PhD position Defining the role of Sublimating Ices in Mass Wasting across the Solar System (1.0 FTE)

PhD position Defining the role of Sublimating Ices in Mass Wasting across the Solar System (1.0 FTE)

Published Deadline Location
30 Jan 12 Mar Utrecht

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Are you a PhD candidate and interested in planetary geomorphology? Then you might be interested in our project!

Job description

The Department of Physical Geography (Faculty of Geosciences) is searching for a PhD candidate as part of the project ‘Defining the role of Sublimating Ices in Mass Wasting across the Solar System’. This project combines satellite image interpretation and laboratory simulations in environmental chambers, that can simulate low atmospheric pressures and temperatures, to define for the first time the role of sublimating ices in mass wasting (e.g., landslides and mass flows) across various rocky bodies. In specific, Mars, Ceres, Mercury, Vesta, Comets 67P and 9P, the Moon, and Earth are targeted. Are you interested in mountainous geomorphology, planets, and is the sky not the limit for you? Do you like performing experiments and working with satellite imagery? Do you have an interest in developing into a scientific researcher? Then this might be the job for you.

Mass wasting is one of the most abundant geomorphological processes in our solar system contributing immensely to surface evolution on planets, moons, comets, and asteroids. The mobility and morphology of mass-wasting deposits is affected by the presence and abundance of volatiles, for example water and carbon dioxide. By deciphering the formative processes of mass-wasting deposits and the role of volatiles therein we can thus identify where and when volatiles have been present in our Solar System, which has key implications for the search of life in the Solar System. However, landforms on rocky bodies in the solar system may be similar in appearance to those found on Earth, but may in fact be formed by disparate and so-far unknown processes. Therefore, extra-terrestrial landforms assumed to be created by liquid water may be formed by process-volatile interactions unknown to Earth. Sublimation is often hypothesized to play a key role in shaping the surfaces of extra-terrestrial bodies, but the lack of terrestrial analogues has hampered our ability to recognize sublimation-formed landforms.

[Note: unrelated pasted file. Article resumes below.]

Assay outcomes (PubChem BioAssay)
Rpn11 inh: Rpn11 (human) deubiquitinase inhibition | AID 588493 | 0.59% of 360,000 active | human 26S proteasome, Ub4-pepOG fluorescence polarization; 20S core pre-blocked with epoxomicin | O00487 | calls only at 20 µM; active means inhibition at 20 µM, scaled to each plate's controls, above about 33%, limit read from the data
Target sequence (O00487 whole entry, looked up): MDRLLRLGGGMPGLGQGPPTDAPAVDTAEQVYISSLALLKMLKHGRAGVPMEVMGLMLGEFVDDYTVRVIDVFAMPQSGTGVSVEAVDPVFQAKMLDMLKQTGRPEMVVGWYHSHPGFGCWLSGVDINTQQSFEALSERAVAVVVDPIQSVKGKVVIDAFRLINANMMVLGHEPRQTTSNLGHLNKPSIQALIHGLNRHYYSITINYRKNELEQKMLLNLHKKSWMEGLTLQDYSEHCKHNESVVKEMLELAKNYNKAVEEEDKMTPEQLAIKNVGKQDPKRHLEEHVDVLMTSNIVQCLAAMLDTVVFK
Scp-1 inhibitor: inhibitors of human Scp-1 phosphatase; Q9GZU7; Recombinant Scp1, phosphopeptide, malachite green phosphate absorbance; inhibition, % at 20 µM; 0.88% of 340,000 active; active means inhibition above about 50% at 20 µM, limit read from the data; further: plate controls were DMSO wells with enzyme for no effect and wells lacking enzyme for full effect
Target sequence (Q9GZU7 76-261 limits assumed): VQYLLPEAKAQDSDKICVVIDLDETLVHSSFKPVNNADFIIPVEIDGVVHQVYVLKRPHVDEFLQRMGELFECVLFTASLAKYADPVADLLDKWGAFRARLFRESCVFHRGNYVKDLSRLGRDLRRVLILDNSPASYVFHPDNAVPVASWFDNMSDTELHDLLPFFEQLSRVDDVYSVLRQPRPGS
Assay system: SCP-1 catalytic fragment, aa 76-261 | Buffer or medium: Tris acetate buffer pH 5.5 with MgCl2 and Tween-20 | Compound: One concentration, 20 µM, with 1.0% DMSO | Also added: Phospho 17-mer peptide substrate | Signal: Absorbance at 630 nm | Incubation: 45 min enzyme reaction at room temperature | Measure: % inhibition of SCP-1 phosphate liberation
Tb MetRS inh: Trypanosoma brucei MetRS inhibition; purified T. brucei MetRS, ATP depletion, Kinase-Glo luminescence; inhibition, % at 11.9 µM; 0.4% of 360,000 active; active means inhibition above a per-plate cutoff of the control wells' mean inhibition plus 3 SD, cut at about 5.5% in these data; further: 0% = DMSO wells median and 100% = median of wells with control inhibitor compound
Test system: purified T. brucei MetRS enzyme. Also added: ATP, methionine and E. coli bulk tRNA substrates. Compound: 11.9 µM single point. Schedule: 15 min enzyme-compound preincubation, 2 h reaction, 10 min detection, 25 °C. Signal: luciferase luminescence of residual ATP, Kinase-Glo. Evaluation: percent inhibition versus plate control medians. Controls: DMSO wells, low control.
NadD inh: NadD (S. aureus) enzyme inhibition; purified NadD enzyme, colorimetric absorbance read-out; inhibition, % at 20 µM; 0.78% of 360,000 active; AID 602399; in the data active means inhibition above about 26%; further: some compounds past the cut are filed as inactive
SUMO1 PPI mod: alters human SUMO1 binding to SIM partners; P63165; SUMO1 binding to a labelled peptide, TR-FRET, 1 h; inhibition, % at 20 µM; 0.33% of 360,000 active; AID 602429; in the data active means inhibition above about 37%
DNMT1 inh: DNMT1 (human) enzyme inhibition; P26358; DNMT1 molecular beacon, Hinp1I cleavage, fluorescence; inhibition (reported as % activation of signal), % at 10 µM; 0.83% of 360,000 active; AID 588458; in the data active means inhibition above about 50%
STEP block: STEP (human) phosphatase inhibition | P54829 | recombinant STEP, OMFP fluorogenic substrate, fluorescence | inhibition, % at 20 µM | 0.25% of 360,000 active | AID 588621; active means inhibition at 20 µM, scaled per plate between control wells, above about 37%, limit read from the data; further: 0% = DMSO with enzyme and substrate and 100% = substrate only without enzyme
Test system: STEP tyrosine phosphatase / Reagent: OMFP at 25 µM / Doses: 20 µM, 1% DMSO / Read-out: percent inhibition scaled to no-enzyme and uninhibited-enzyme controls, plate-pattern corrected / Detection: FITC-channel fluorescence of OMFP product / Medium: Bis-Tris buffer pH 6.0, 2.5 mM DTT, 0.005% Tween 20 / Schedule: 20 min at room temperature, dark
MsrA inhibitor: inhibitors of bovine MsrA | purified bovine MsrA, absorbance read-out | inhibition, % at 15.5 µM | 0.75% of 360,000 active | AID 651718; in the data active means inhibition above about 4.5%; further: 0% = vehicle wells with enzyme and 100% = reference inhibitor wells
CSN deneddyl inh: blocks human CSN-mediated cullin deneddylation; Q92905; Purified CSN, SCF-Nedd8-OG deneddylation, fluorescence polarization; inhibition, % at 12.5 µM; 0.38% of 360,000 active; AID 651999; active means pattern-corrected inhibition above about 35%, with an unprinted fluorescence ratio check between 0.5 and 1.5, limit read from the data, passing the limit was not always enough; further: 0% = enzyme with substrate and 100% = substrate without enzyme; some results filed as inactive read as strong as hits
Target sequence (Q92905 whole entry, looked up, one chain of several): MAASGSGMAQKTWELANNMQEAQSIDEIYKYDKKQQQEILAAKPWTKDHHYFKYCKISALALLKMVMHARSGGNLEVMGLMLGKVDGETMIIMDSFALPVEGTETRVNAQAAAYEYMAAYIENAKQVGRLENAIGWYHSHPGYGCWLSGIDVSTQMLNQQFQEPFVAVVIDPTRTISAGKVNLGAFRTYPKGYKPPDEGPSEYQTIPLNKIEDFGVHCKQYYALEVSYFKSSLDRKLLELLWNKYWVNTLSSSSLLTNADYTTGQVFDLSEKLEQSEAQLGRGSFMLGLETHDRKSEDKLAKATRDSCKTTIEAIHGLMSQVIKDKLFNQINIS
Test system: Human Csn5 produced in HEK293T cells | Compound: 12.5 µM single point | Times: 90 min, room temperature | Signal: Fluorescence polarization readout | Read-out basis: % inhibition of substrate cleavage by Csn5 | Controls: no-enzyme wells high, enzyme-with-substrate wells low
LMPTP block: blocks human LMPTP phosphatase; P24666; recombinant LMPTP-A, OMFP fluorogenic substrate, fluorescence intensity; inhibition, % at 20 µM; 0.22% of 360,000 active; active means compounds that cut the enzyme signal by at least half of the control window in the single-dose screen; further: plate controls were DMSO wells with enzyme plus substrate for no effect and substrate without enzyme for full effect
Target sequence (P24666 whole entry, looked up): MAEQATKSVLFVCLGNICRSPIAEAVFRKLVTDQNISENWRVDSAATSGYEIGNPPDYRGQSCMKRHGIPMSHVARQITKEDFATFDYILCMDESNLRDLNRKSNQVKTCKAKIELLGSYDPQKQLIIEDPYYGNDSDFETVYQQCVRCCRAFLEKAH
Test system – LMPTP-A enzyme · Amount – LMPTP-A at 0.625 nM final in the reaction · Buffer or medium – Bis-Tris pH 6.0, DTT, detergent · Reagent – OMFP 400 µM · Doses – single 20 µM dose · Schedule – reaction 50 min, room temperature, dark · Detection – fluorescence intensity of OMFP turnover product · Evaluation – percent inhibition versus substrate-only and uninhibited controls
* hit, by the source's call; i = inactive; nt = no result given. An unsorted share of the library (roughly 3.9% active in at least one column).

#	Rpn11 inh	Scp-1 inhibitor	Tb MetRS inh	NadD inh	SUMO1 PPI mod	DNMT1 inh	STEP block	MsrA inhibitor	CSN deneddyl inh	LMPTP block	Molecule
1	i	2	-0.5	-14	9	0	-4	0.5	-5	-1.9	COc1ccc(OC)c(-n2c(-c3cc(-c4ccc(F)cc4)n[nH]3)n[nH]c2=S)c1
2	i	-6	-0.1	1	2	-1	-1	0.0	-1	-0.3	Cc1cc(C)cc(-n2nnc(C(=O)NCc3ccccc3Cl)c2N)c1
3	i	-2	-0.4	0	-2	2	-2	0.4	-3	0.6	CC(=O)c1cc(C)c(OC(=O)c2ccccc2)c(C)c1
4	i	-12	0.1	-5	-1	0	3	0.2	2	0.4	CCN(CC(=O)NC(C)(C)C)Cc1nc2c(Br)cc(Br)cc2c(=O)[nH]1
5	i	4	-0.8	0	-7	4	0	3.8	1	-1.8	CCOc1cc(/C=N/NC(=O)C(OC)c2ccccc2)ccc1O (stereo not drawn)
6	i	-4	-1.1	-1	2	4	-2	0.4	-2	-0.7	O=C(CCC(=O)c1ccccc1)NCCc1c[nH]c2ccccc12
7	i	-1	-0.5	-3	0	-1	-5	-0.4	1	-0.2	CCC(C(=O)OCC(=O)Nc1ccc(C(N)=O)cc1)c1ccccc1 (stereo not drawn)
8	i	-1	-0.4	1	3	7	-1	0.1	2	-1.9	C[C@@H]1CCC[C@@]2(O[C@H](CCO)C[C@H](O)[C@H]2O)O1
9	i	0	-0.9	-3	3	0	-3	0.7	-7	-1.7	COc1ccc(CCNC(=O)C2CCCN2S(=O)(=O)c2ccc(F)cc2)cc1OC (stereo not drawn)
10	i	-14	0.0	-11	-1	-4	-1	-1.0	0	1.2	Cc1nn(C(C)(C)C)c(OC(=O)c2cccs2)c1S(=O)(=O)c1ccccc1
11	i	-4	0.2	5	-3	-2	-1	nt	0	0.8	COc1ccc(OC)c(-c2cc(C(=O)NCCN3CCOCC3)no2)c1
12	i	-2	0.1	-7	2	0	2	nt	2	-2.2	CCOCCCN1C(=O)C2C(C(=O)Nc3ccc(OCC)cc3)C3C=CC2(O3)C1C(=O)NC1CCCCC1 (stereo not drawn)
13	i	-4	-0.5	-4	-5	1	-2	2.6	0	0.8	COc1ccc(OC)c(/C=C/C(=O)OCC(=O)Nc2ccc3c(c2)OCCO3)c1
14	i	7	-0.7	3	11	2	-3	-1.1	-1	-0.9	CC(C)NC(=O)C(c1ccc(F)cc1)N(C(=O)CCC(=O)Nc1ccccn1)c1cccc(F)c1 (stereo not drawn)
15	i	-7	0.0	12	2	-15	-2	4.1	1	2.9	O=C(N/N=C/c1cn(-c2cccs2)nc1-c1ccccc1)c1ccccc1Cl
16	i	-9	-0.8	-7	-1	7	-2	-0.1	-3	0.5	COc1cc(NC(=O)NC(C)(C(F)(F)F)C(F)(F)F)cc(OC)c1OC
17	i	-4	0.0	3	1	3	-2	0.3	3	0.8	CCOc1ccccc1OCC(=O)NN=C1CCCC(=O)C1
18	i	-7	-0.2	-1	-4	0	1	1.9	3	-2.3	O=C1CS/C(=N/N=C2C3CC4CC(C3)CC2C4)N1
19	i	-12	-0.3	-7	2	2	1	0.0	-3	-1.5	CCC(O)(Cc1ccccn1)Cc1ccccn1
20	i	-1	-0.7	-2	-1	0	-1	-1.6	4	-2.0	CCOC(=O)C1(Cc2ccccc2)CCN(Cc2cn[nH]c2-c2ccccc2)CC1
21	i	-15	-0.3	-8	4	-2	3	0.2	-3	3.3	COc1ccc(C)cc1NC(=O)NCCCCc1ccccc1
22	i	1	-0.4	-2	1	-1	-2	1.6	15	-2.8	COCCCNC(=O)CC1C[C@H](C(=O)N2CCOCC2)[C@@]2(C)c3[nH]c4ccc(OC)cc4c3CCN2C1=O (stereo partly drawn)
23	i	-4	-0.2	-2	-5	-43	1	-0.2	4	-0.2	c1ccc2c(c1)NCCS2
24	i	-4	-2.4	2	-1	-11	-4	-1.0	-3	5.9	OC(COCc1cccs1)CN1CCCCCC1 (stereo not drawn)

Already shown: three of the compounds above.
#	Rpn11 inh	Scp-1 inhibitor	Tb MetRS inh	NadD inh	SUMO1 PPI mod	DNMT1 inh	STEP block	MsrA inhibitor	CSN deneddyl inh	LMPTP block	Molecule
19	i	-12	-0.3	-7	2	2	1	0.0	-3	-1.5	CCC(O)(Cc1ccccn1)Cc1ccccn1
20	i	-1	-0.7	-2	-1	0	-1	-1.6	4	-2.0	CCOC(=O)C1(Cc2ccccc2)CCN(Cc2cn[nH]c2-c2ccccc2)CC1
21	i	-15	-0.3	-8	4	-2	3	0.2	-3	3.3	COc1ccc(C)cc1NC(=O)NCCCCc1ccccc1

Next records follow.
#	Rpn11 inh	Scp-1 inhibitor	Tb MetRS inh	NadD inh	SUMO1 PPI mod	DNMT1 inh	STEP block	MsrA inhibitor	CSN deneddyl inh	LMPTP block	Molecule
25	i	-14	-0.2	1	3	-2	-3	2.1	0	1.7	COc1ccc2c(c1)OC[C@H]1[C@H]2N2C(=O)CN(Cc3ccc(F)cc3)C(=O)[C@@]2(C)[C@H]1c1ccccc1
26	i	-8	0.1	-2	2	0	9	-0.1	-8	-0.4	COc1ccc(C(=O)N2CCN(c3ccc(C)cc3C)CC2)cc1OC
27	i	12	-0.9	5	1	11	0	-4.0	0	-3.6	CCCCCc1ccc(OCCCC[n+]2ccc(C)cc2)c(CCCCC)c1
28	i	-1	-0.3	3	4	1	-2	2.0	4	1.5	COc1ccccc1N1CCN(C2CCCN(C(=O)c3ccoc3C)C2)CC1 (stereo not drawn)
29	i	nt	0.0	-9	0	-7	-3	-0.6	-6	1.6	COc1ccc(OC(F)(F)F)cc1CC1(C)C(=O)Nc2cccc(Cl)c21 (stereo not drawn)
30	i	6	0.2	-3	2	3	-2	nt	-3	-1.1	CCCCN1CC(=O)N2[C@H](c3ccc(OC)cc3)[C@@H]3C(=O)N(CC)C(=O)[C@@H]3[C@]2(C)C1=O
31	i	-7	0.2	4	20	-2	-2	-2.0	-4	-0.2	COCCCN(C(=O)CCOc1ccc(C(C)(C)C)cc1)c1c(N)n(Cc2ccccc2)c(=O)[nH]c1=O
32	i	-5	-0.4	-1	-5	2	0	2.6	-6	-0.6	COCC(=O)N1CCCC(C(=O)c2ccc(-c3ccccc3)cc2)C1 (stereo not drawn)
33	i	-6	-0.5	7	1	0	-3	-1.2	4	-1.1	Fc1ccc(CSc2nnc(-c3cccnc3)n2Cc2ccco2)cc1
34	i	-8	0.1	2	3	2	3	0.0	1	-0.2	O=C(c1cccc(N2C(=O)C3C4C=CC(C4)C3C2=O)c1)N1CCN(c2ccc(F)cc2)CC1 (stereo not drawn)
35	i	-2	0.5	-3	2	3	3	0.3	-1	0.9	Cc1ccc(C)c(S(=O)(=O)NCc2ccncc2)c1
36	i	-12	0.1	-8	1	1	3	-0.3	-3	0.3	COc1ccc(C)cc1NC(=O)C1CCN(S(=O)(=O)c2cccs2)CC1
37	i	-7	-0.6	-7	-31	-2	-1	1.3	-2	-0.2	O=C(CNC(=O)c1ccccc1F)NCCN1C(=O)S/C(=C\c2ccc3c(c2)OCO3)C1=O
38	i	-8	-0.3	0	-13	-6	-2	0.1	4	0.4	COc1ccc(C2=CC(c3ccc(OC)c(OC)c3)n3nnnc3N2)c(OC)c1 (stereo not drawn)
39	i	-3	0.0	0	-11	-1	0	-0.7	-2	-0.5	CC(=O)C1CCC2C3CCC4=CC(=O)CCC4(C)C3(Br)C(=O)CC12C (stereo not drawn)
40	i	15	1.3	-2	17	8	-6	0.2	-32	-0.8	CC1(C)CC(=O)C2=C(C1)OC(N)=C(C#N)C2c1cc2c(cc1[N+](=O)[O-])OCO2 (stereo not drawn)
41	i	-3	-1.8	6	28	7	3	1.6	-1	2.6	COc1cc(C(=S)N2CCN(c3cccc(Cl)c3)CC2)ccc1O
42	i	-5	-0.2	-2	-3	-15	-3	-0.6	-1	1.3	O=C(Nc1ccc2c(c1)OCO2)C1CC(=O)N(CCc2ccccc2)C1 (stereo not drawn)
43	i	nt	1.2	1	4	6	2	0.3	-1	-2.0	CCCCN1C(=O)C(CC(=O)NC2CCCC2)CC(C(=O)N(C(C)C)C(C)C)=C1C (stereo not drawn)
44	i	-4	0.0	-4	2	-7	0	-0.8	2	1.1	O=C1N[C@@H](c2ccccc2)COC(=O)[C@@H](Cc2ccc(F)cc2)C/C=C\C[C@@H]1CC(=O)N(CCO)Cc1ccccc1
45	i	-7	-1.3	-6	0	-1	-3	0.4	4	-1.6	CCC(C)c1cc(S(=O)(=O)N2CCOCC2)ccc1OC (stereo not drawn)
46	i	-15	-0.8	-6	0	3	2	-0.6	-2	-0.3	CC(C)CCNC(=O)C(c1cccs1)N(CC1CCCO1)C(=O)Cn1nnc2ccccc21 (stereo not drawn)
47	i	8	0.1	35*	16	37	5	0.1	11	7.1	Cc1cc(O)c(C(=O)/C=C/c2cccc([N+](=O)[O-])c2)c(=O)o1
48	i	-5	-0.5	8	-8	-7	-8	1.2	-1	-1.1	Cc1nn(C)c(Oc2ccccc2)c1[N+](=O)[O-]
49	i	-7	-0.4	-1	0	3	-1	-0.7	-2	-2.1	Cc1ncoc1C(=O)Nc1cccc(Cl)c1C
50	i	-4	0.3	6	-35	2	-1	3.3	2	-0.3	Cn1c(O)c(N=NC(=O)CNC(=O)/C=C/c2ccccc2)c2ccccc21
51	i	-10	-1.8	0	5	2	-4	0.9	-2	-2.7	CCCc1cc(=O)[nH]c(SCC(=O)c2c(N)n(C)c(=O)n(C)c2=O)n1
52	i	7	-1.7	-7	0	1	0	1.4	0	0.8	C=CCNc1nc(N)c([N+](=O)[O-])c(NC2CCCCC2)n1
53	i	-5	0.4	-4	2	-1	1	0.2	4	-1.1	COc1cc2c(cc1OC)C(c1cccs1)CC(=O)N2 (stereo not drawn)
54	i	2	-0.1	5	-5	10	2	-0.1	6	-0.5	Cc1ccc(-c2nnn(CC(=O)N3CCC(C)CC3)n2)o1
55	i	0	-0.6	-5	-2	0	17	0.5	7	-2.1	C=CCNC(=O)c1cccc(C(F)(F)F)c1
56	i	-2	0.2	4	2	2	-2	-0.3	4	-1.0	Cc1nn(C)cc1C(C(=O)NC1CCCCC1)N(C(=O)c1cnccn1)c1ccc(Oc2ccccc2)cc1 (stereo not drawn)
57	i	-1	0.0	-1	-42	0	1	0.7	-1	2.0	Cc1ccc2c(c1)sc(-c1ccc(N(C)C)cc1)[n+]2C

We have discovered a new way to study sublimation-driven mass wasting under extra-terrestrial conditions in a laboratory flume emplaced in a pressure chamber. This gives us the unique possibility to create scale models under extra-terrestrial conditions and quantify mobility and morphology of sublimation-driven mass-wasting processes. We can then compare these
to mass-wasting deposits observed on terrestrial planets, moons, comets, and asteroids in our Solar System. This will fill a key knowledge gap in our understanding of extra-terrestrial landscapes, for the first time providing the urgently-needed knowledge, which could lead to fundamental reinterpretations of extra-terrestrial landforms. In the longer term it may aid better planning of future planetary observations and exploration of the Solar System.

What will you be doing?